Juvenile Life-Sentence Cases Raise Question Over Role of Judge

When a judge sentences a 13-year-old boy to spend the rest of his life in prison without a chance of parole for a crime in which nobody has died, is he meting out justice? Or is he acting as society's cop?

That question was looming in the background Monday as the U.S. Supreme Court prepared to hear two cases in which two Florida boys — a 13-year-old rapist and a 17-year-old repeat offender with a predilection for armed robbery — got the same punishment: life without parole.

The court will decide whether sentencing the teens to life for less than murder constitutes "cruel and unusual punishment," which is prohibited by the Eighth Amendment to the Constitution. But the cases will also fuel questions about the role and power of American judges.

In both cases the judges ruled in large part to protect citizens from future crimes, prompting critics to say that they used their gavels to police society, and not just to administer law.

Florida, like most states, allows judges to impose life sentences without parole for juveniles even when the crime does not result in a victim's death.

"I think the judge in a case like this is acting within the authority delegated to him within the [state] legislature," former Supreme Court nominee Robert Bork told FoxNews.com.

On the issue of ruling with the intent to protect society from future crimes, Bork said, "Apparently the legislature authorized them to rule with things like that in mind, so I assume that's a core function of criminal law and what the legislature must have intended — that a judge should consider that function of a criminal law in imposing that sentence."

In one of the cases, Graham v. Florida, Terrance Graham was 17-years-old and on parole when he broke into a man's home and robbed him at gunpoint. Graham pleaded guilty to armed burglary and was sent to prison for the rest of his life. The judge who imposed the sentence concluded that Graham had wasted his second chance at freedom and was a significant threat to society.

In the other case, Sullivan v. Florida, Joe Sullivan was sentenced to life without parole for raping an elderly woman in 1989, when he was 13-year-old.

Graham, now 22, and Sullivan, now 33, are being held in Florida prisons, which house more than 70 percent of juvenile defendants serving life sentences without chance of parole for crimes other than homicide.

Lawyers for the defendants in both cases cite the Supreme Court's 2005 ruling in Roper v. Simmons, in which the high court ruled 5-4 that a death sentence for someone younger than 18 constitutes cruel and unusual punishment and therefore violates the Eighth Amendment.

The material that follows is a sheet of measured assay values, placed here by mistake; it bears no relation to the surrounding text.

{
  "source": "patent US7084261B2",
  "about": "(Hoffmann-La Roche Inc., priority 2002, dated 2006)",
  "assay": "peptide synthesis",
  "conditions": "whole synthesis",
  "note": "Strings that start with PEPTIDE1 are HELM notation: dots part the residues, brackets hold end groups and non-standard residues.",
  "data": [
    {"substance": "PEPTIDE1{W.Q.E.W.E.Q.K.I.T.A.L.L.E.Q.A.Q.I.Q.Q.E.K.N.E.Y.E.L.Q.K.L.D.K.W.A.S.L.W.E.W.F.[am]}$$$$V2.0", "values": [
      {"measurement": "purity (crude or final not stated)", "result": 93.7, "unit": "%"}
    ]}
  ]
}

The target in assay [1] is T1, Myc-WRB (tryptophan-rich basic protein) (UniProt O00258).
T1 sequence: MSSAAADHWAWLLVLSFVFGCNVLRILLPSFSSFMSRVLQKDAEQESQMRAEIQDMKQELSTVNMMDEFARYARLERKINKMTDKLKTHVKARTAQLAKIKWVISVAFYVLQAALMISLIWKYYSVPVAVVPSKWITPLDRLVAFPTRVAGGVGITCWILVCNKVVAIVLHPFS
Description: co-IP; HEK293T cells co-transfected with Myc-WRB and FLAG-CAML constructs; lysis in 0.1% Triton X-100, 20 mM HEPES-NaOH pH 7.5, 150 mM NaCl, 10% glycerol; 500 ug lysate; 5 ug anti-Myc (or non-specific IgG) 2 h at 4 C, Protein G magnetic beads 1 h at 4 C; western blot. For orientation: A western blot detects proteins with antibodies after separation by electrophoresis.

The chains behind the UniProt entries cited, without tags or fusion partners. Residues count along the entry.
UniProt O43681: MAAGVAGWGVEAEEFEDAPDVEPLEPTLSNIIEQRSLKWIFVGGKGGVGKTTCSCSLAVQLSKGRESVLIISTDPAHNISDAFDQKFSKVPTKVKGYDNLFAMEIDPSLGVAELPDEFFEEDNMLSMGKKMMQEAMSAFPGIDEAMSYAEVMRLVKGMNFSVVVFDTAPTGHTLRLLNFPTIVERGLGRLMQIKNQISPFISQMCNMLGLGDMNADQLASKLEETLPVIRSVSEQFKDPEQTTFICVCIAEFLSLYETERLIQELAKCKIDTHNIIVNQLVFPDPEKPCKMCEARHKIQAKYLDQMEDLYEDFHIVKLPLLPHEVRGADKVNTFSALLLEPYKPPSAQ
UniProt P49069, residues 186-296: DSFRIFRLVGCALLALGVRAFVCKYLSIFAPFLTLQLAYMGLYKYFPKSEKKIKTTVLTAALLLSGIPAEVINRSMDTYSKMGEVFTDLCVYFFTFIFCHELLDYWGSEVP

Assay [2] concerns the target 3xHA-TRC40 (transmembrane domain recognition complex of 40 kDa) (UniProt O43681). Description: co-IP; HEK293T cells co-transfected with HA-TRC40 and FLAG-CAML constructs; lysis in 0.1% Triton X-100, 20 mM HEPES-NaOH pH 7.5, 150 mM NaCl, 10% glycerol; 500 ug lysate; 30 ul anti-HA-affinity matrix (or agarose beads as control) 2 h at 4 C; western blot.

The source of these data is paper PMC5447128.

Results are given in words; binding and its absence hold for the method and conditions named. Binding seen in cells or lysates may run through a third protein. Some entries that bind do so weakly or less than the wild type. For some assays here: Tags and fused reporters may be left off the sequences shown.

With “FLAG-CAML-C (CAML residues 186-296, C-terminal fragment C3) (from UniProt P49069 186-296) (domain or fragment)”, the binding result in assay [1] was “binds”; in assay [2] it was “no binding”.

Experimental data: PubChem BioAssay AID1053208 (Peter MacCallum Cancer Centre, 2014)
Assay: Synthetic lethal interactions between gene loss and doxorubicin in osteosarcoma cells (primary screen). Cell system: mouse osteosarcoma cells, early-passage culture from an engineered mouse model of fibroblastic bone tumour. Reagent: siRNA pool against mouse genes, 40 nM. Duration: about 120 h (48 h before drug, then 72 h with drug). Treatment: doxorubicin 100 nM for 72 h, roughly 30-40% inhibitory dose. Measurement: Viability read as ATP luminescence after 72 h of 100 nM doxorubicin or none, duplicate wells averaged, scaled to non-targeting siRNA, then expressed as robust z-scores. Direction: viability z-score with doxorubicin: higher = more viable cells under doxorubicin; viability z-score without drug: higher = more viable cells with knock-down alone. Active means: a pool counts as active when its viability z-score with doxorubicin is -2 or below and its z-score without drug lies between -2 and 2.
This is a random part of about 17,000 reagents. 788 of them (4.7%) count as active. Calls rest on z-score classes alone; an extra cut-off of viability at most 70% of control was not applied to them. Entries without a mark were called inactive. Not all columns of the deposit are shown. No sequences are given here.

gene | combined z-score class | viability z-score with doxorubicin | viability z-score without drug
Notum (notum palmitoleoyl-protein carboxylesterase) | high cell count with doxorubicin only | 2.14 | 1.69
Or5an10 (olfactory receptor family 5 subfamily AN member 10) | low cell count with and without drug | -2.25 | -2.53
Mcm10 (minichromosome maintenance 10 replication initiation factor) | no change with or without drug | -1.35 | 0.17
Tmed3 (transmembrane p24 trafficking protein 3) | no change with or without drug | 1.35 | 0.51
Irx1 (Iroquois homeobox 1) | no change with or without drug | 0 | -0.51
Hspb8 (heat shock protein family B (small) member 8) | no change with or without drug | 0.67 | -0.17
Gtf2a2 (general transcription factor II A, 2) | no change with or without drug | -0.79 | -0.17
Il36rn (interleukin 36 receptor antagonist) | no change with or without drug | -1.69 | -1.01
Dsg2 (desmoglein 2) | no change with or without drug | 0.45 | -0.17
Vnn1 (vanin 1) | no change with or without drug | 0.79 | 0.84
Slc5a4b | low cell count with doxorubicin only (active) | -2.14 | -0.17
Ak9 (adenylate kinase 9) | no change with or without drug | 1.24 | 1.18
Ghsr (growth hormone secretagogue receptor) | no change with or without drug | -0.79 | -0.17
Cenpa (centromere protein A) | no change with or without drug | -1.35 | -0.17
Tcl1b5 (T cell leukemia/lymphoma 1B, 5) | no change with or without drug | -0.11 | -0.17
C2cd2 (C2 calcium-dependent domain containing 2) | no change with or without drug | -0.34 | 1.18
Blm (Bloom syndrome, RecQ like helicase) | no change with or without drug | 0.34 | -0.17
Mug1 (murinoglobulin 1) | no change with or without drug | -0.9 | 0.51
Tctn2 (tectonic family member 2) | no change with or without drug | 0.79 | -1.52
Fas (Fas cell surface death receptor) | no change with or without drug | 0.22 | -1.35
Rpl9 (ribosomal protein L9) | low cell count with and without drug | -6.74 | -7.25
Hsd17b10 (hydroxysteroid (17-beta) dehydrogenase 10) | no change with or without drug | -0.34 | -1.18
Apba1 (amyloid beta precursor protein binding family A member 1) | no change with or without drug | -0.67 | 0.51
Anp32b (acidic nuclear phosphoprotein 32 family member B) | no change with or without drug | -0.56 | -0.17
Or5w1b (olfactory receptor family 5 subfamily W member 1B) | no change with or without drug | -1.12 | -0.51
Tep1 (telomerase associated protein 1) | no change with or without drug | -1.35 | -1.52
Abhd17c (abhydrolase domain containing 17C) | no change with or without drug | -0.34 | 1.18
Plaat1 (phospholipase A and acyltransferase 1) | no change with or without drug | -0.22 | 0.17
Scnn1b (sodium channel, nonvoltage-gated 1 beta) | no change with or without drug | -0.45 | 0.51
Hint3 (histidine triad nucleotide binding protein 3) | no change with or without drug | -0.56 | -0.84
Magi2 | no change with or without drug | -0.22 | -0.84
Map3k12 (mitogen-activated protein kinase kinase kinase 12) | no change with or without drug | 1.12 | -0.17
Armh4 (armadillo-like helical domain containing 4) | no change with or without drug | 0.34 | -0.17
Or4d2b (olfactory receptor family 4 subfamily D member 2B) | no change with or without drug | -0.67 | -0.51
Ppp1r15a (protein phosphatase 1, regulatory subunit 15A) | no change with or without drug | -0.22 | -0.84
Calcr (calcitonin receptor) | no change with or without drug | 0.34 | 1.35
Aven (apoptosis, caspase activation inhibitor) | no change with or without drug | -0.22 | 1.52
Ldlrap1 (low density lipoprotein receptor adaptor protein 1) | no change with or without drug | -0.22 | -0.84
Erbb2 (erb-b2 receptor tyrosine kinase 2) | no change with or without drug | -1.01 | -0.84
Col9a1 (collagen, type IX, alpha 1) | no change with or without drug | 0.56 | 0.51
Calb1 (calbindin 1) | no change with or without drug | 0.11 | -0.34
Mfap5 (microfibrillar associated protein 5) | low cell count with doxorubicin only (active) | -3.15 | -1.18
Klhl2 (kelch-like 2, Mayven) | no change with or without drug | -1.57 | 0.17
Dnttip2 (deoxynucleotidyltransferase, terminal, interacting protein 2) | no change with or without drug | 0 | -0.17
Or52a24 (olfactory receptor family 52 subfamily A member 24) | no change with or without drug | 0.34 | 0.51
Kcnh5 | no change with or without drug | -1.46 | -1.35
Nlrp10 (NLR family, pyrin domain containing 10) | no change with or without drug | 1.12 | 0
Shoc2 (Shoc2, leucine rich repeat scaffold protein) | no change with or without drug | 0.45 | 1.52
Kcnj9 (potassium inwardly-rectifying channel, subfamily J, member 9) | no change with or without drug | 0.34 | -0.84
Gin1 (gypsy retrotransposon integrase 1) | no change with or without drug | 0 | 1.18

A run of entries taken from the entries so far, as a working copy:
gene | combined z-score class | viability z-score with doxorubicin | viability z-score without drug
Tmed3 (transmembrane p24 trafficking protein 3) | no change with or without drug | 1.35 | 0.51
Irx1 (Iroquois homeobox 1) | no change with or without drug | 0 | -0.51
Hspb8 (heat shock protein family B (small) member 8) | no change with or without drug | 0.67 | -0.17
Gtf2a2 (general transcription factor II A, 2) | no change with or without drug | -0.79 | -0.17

Graham's attorneys say the court's reasoning in Roper v. Simmons should extend to their client. The defense claims that like the mentally disabled, juveniles are "categorically less culpable than the average criminal," and that when compared to adults, juveniles "cannot with reliability be classified among the worst offenders."

But the state has said that the severity of Graham's sentence was "not grossly disproportionate to [the] violent crimes against [his] vulnerable victims." The state also claims Graham's crime was so severe that even he did not challenge his treatment as an adult offender.

Lawyers for Sullivan have also cited the Roper case, saying the high court should declare that a life sentence for a 13-year-old constitutes cruel and unusual punishment. The defense has argued that such a sentence imposed on teenagers is unjust because they are "unfinished products, human works-in-progress."

The life sentences imposed by both Florida judges have also raised questions over the role of the judges themselves. Supporters of the sentences say the role of the courts should extend to protecting society from possible future crimes. But critics argue that judges don’t have badges and are supposed only to administer the law.

But that argument will not take center stage on Monday, and it is irrelevant, says Fox News senior legal analyst Judge Andrew Napolitano. He said the Supreme Court will deliberate over the Eight Amendment — not whether the judges were within their right to issue the sentences.

"It is a judge's role to police the Constitution, and determine whether or not the state government or the federal government is violating the Constitution," Napolitano said. "The federal Supreme Court doesn’t care if it's right or wrong — it just cares if the Eighth Amendment has been violated."

Bork and Napolitano said the Court will likely overturn the lower courts in a 5-4 decision — with the key vote coming from Justice Anthony Kennedy, who said in the 2005 Roper case that executing juveniles conflicted with “evolving standards of decency."

"It is less supportable to conclude that even a heinous crime committed by a juvenile is evidence of irretrievably depraved character," Kennedy wrote in 2005. "It would be misguided to equate the failings of a minor with those of an adult, for a greater possibility exists that a minor's character deficiencies will be reformed."

Fox News' Lee Ross and the Associated Press contributed to this report.